Spencer Cavendish, the 8th Duke of Devonshire (1833-1908) was rather revered in Eastbourne for his financial support to improve the town. Outside of Sussex he was generally known as the ‘Marquess of Hartington’.
Although a Liberal politician he opposed his party’s opposition to Home Rule for Ireland and afterwards became quite conservative. During a long career he served as the Secretary of State for War, the Postmaster General and the Secretary of State for India. He declined the office of Prime Minster on three occasions.
Despite his political pedigree Spencer had an interesting private life. His nickname was ‘Harty Tarty’ and he had long affairs with two women, the celebrity prostitute Catherine Walters who was known as ‘Skittles’ and Louisa von Alten, a German who was married to the Duke of Manchester. (as she was married to one Duke and was having an affair with another she was known as the ‘Double Duchess’)
The Duke provided Skittles with a house in Mayfair and an annual allowance. She was a skilled horsewoman and would regularly be seen parading along Rotten Row. Sir Edwin Landseer’s picture ‘The Shrew Tamed’ is supposed to represent Catherine.
In 1876 the Duke paid an official tour to Coventry. The Prince of Wales, (later Edward VII) knowing this, primed his equerry to contact Coventry Council to ensure that the visit included a trip to the local bowling alley. When the party arrived at the bowling alley the Mayor was surprised that he did not show much interest, so unwittingly said to the Duke “I have been asked to include the alley in your tour as I understand that your Lordships loves Skittles!”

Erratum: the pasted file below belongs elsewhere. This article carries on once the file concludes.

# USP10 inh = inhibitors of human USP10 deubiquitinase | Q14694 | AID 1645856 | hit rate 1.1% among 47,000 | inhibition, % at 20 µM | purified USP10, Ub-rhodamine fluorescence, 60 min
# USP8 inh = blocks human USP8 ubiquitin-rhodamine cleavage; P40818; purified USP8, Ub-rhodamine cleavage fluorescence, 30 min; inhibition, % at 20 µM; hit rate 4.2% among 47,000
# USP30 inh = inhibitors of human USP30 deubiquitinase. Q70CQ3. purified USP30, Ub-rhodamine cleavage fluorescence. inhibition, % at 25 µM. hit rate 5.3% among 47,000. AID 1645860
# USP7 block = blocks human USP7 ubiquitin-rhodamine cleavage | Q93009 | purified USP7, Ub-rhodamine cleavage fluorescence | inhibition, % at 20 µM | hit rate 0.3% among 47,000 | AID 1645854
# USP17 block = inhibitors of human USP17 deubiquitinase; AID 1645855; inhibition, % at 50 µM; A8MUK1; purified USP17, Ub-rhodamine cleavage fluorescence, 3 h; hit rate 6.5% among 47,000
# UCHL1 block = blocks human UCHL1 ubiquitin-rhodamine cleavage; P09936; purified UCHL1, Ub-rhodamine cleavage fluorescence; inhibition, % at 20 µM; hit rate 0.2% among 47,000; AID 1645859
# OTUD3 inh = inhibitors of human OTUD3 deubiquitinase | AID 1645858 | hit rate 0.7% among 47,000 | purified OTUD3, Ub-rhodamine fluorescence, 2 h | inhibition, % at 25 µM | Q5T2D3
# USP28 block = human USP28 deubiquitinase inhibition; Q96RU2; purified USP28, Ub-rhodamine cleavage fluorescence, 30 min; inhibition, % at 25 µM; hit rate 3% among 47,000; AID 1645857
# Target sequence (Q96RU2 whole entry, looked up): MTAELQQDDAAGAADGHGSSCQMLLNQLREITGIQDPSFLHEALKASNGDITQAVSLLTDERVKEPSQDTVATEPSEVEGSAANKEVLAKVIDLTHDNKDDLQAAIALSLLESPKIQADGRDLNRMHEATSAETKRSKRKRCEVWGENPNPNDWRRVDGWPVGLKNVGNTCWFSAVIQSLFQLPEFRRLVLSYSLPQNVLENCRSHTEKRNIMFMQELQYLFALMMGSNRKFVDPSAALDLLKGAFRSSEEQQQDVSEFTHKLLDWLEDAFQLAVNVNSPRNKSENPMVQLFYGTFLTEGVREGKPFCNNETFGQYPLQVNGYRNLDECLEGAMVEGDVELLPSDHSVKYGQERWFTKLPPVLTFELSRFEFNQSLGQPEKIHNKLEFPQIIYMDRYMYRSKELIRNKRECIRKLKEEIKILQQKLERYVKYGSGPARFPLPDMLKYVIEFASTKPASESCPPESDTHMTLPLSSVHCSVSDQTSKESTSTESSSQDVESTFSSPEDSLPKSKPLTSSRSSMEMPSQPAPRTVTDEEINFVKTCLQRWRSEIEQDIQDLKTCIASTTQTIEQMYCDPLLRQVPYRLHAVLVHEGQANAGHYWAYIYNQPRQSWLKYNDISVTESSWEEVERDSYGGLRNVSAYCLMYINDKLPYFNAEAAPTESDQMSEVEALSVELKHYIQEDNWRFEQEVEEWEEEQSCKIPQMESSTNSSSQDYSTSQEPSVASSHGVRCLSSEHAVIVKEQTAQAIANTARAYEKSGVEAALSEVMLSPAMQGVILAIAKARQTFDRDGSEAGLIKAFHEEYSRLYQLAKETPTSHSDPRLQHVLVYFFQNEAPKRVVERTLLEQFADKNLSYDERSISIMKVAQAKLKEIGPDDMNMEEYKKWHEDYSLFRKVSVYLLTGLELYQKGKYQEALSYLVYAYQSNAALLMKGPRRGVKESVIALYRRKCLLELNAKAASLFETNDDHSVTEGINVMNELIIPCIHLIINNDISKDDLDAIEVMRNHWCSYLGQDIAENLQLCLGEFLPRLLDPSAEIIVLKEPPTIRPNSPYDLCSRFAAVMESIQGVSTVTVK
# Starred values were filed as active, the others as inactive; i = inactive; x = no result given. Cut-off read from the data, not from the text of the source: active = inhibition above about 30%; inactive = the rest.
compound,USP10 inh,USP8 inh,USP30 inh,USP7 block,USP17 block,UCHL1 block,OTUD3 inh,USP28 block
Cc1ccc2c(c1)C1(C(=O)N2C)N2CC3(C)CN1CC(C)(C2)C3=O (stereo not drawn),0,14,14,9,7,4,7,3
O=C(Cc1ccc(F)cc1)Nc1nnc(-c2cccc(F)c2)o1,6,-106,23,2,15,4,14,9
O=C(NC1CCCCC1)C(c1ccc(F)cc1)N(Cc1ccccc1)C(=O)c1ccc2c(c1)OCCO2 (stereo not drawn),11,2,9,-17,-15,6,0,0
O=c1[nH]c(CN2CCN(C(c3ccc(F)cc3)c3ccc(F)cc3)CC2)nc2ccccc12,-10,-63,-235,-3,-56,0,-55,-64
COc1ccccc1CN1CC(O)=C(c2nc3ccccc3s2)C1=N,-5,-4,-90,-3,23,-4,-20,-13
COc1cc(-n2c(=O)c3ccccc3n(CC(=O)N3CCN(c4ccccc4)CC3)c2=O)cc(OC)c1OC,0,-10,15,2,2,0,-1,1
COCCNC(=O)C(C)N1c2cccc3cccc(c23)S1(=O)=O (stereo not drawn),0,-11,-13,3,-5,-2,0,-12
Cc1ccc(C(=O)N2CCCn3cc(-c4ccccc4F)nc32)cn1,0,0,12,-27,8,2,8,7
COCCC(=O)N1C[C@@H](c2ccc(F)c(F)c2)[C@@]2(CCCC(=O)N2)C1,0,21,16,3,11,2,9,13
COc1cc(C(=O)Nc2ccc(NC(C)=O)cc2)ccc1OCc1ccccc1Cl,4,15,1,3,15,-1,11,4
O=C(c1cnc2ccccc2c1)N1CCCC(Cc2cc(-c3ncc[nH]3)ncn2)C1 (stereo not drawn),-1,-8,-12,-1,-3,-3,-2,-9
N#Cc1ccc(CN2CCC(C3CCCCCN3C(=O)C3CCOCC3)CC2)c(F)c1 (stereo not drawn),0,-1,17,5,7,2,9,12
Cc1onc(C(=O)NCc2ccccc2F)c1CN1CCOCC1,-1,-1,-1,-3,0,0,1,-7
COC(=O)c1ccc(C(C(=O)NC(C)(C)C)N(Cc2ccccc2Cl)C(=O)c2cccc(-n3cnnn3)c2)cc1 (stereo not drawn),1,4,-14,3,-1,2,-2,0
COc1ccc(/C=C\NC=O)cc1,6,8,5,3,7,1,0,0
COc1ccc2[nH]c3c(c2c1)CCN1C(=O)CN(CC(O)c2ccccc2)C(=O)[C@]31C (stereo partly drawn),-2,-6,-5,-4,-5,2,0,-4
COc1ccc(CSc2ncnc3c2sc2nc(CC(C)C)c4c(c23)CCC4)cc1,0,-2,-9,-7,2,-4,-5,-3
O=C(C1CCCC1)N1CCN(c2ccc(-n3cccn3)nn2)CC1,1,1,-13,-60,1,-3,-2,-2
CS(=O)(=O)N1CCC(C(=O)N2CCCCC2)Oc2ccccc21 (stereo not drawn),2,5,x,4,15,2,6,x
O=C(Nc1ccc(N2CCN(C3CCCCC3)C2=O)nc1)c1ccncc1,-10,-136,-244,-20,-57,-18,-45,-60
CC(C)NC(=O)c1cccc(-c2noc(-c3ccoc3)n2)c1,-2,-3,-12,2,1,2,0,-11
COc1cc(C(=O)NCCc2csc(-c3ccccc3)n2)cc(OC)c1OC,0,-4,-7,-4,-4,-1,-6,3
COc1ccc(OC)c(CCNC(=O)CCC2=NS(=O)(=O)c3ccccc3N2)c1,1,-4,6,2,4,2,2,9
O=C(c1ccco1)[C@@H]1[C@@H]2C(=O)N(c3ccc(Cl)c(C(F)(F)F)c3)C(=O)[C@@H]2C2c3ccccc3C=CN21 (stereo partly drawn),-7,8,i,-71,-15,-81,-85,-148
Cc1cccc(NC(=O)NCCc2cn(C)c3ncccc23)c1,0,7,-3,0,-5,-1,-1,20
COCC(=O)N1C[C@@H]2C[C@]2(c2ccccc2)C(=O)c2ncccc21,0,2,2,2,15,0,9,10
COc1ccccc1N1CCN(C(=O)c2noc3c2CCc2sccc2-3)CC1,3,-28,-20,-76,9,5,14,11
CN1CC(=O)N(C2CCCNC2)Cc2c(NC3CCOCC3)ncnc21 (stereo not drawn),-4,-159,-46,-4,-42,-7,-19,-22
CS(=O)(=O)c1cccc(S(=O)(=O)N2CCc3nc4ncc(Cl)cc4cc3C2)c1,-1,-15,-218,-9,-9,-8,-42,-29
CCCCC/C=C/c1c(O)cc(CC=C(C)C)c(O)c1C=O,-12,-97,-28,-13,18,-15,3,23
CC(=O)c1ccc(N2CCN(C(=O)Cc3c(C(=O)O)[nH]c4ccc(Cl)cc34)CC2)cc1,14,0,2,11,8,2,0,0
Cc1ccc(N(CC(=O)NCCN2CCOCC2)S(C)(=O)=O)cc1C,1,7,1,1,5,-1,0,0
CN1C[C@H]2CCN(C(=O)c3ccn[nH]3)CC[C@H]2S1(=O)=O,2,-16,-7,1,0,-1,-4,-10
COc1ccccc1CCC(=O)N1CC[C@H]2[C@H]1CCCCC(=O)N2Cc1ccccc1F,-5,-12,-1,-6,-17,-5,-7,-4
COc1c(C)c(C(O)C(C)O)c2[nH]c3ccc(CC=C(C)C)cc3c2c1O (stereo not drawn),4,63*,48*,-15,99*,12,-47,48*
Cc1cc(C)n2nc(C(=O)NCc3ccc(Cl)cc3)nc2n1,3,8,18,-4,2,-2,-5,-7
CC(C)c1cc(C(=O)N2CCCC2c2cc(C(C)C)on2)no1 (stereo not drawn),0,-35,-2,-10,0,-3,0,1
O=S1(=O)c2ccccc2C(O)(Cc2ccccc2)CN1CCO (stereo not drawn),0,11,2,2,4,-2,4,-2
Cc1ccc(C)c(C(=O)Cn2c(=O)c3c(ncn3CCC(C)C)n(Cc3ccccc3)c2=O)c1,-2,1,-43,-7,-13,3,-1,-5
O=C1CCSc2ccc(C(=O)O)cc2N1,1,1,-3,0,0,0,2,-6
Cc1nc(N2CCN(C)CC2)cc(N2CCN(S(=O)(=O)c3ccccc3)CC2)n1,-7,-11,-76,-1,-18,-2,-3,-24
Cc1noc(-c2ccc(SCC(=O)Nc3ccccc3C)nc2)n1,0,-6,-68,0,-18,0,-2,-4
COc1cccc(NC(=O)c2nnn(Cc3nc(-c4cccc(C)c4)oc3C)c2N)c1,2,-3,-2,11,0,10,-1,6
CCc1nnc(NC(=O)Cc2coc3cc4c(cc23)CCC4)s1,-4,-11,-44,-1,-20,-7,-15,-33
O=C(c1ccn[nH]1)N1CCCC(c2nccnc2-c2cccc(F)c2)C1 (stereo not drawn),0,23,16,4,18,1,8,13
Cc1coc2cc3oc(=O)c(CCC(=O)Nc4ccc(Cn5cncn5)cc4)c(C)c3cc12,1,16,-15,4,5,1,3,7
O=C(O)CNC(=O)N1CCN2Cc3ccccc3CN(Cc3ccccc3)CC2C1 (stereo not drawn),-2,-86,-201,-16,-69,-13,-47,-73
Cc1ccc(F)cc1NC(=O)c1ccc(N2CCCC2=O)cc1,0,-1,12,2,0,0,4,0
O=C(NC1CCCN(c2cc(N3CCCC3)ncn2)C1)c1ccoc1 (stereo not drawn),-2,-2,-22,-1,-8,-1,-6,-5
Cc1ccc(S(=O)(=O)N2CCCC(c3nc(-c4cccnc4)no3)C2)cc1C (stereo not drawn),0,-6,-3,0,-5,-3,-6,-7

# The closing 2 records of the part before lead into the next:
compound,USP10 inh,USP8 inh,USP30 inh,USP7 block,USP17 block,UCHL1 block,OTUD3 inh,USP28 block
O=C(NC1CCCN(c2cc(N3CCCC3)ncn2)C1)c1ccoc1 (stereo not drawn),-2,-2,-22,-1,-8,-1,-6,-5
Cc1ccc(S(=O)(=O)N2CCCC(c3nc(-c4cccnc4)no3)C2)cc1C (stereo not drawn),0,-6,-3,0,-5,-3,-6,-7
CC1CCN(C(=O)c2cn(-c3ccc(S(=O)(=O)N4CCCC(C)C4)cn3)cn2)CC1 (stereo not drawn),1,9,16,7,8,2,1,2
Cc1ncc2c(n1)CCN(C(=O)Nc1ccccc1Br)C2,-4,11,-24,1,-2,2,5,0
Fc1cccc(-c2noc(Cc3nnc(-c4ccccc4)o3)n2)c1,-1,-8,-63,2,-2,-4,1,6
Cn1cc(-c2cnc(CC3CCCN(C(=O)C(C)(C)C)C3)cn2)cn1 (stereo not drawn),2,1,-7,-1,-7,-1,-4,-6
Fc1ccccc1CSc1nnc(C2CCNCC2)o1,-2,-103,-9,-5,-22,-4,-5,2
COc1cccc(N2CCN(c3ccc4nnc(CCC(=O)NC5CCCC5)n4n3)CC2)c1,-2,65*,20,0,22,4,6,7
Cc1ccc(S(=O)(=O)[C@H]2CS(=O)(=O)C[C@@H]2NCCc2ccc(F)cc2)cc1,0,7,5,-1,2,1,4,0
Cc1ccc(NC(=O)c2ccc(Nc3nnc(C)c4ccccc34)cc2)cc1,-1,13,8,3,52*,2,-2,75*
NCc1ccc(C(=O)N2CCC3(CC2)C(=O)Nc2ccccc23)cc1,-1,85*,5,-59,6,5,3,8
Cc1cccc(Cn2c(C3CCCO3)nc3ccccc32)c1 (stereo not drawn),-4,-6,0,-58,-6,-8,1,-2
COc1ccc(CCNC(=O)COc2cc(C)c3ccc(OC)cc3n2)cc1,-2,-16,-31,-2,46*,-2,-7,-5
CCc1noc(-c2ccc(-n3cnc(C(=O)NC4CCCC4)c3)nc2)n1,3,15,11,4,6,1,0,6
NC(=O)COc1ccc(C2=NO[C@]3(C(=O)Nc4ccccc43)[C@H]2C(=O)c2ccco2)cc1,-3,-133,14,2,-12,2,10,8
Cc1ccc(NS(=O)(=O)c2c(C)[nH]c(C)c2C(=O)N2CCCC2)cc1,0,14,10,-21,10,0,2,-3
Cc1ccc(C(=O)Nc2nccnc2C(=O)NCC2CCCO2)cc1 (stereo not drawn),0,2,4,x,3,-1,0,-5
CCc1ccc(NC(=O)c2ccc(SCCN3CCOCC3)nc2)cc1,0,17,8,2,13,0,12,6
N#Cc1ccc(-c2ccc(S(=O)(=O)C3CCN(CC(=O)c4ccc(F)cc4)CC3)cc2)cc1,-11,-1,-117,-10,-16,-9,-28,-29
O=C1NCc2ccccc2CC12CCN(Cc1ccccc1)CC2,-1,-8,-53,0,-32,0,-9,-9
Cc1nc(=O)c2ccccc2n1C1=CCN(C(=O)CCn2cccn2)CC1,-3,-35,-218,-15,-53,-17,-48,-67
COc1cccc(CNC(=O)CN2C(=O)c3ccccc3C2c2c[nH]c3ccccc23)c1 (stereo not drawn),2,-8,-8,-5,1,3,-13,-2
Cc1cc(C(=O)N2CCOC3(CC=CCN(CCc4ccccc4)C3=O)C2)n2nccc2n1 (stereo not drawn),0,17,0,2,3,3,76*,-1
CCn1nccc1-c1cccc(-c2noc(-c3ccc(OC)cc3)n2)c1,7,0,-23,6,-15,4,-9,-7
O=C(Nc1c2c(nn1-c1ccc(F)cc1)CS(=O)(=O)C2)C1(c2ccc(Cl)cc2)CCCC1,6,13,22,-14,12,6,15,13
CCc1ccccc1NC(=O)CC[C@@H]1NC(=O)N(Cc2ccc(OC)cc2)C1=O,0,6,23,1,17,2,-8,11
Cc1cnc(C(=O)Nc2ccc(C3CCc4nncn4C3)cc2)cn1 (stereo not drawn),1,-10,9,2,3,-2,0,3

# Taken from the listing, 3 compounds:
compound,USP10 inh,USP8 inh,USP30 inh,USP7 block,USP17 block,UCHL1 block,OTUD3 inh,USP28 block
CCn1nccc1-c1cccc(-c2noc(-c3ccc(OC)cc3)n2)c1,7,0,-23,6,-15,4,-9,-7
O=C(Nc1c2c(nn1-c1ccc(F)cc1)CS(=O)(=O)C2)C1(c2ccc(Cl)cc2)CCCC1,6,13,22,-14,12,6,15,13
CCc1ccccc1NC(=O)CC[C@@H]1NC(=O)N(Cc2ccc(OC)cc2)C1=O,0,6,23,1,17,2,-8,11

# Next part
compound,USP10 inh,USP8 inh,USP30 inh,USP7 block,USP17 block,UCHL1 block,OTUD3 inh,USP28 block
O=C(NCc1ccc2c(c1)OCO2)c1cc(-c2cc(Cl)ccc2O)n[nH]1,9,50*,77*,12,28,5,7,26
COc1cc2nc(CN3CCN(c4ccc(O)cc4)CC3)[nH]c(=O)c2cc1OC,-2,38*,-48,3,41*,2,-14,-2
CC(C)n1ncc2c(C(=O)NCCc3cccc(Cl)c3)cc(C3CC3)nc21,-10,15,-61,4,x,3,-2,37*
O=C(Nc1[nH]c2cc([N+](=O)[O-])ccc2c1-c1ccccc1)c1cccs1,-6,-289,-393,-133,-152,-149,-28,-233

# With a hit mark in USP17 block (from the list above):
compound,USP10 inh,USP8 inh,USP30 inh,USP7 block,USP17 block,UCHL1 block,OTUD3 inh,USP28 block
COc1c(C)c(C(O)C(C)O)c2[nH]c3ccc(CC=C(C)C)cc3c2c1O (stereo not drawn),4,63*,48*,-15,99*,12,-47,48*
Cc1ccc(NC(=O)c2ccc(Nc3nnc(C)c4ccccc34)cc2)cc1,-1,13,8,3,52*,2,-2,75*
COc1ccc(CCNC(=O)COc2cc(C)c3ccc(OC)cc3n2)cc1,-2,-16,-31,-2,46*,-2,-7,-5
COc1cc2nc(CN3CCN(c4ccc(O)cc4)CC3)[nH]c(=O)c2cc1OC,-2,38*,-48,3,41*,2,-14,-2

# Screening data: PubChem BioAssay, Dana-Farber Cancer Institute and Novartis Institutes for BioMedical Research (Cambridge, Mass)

The Duke favoured the German Duchess but he had to wait until she was 60 and her husband died before they could marry. She died in 1911 and was buried near Chatsworth House. Skittles, who had been born near Liverpool Docks, died a rich lady in Mayfair in 1920. She had returned 300 love letters a grateful Edward VII who ensured she lived comfortably.
Skittles is buried in Sussex at the Friary Church of St Francis and St Anthony in Crawley and there is a blue plaque above her London Home. Harty-Tarty died in 1908 and his lonely statue now adorns the Western Lawns opposite the Grand Hotel in Eastbourne. The ‘Hart’ Pub and Hartington Place in Eastbourne are named after him but wouldn’t be fun if an Eastbourne twitten was named ‘Skittles Alley’ after his lover?
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Loving your quirky Sussex posts, thank you, they make me smile!!